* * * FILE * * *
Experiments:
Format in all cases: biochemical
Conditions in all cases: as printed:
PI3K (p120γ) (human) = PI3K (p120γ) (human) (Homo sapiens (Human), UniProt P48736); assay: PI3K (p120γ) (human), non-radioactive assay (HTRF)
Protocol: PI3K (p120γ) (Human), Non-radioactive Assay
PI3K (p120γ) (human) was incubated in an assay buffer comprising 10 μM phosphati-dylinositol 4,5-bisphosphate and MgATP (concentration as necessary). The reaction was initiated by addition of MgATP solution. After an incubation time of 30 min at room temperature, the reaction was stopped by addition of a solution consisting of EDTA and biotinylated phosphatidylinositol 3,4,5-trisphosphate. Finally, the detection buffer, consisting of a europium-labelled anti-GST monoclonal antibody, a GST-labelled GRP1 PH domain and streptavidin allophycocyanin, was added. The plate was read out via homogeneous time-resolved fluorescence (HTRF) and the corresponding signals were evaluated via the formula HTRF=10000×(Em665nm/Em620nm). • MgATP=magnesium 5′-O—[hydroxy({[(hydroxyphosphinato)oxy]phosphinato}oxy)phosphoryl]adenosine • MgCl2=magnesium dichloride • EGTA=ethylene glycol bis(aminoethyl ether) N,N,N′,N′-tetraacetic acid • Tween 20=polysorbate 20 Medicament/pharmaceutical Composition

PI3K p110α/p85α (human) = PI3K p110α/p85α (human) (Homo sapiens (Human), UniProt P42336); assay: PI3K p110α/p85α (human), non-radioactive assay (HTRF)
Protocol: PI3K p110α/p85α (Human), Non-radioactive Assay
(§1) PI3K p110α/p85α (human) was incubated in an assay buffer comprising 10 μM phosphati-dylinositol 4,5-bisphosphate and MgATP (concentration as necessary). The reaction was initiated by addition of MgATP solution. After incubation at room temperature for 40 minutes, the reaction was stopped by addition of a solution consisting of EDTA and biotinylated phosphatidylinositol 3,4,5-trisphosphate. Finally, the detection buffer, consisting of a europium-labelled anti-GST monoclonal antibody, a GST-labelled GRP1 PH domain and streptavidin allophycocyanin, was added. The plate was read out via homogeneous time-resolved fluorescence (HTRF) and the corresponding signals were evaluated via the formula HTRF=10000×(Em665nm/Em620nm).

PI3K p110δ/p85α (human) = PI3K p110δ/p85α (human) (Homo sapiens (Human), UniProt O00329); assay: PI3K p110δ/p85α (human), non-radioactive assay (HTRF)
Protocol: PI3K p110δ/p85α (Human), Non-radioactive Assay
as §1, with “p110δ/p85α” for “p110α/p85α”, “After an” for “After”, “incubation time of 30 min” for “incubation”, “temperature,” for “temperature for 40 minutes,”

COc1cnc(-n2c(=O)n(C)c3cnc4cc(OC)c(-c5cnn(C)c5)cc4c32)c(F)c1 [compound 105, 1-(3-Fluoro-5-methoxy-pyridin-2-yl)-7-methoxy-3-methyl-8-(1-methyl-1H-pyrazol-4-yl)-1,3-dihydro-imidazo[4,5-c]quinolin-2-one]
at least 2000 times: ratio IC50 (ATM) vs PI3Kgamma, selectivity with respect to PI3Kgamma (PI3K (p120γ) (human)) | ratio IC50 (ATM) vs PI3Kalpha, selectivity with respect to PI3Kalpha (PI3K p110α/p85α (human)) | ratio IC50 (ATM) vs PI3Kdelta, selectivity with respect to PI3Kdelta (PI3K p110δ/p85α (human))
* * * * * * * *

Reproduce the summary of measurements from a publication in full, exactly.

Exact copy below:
Experiments:
Format in all cases: biochemical
Conditions in all cases: as printed:
PI3K (p120γ) (human) = PI3K (p120γ) (human) (Homo sapiens (Human), UniProt P48736); assay: PI3K (p120γ) (human), non-radioactive assay (HTRF)
Protocol: PI3K (p120γ) (Human), Non-radioactive Assay
PI3K (p120γ) (human) was incubated in an assay buffer comprising 10 μM phosphati-dylinositol 4,5-bisphosphate and MgATP (concentration as necessary). The reaction was initiated by addition of MgATP solution. After an incubation time of 30 min at room temperature, the reaction was stopped by addition of a solution consisting of EDTA and biotinylated phosphatidylinositol 3,4,5-trisphosphate. Finally, the detection buffer, consisting of a europium-labelled anti-GST monoclonal antibody, a GST-labelled GRP1 PH domain and streptavidin allophycocyanin, was added. The plate was read out via homogeneous time-resolved fluorescence (HTRF) and the corresponding signals were evaluated via the formula HTRF=10000×(Em665nm/Em620nm). • MgATP=magnesium 5′-O—[hydroxy({[(hydroxyphosphinato)oxy]phosphinato}oxy)phosphoryl]adenosine • MgCl2=magnesium dichloride • EGTA=ethylene glycol bis(aminoethyl ether) N,N,N′,N′-tetraacetic acid • Tween 20=polysorbate 20 Medicament/pharmaceutical Composition

PI3K p110α/p85α (human) = PI3K p110α/p85α (human) (Homo sapiens (Human), UniProt P42336); assay: PI3K p110α/p85α (human), non-radioactive assay (HTRF)
Protocol: PI3K p110α/p85α (Human), Non-radioactive Assay
(§1) PI3K p110α/p85α (human) was incubated in an assay buffer comprising 10 μM phosphati-dylinositol 4,5-bisphosphate and MgATP (concentration as necessary). The reaction was initiated by addition of MgATP solution. After incubation at room temperature for 40 minutes, the reaction was stopped by addition of a solution consisting of EDTA and biotinylated phosphatidylinositol 3,4,5-trisphosphate. Finally, the detection buffer, consisting of a europium-labelled anti-GST monoclonal antibody, a GST-labelled GRP1 PH domain and streptavidin allophycocyanin, was added. The plate was read out via homogeneous time-resolved fluorescence (HTRF) and the corresponding signals were evaluated via the formula HTRF=10000×(Em665nm/Em620nm).

PI3K p110δ/p85α (human) = PI3K p110δ/p85α (human) (Homo sapiens (Human), UniProt O00329); assay: PI3K p110δ/p85α (human), non-radioactive assay (HTRF)
Protocol: PI3K p110δ/p85α (Human), Non-radioactive Assay
as §1, with “p110δ/p85α” for “p110α/p85α”, “After an” for “After”, “incubation time of 30 min” for “incubation”, “temperature,” for “temperature for 40 minutes,”

COc1cnc(-n2c(=O)n(C)c3cnc4cc(OC)c(-c5cnn(C)c5)cc4c32)c(F)c1 [compound 105, 1-(3-Fluoro-5-methoxy-pyridin-2-yl)-7-methoxy-3-methyl-8-(1-methyl-1H-pyrazol-4-yl)-1,3-dihydro-imidazo[4,5-c]quinolin-2-one]
at least 2000 times: ratio IC50 (ATM) vs PI3Kgamma, selectivity with respect to PI3Kgamma (PI3K (p120γ) (human)) | ratio IC50 (ATM) vs PI3Kalpha, selectivity with respect to PI3Kalpha (PI3K p110α/p85α (human)) | ratio IC50 (ATM) vs PI3Kdelta, selectivity with respect to PI3Kdelta (PI3K p110δ/p85α (human))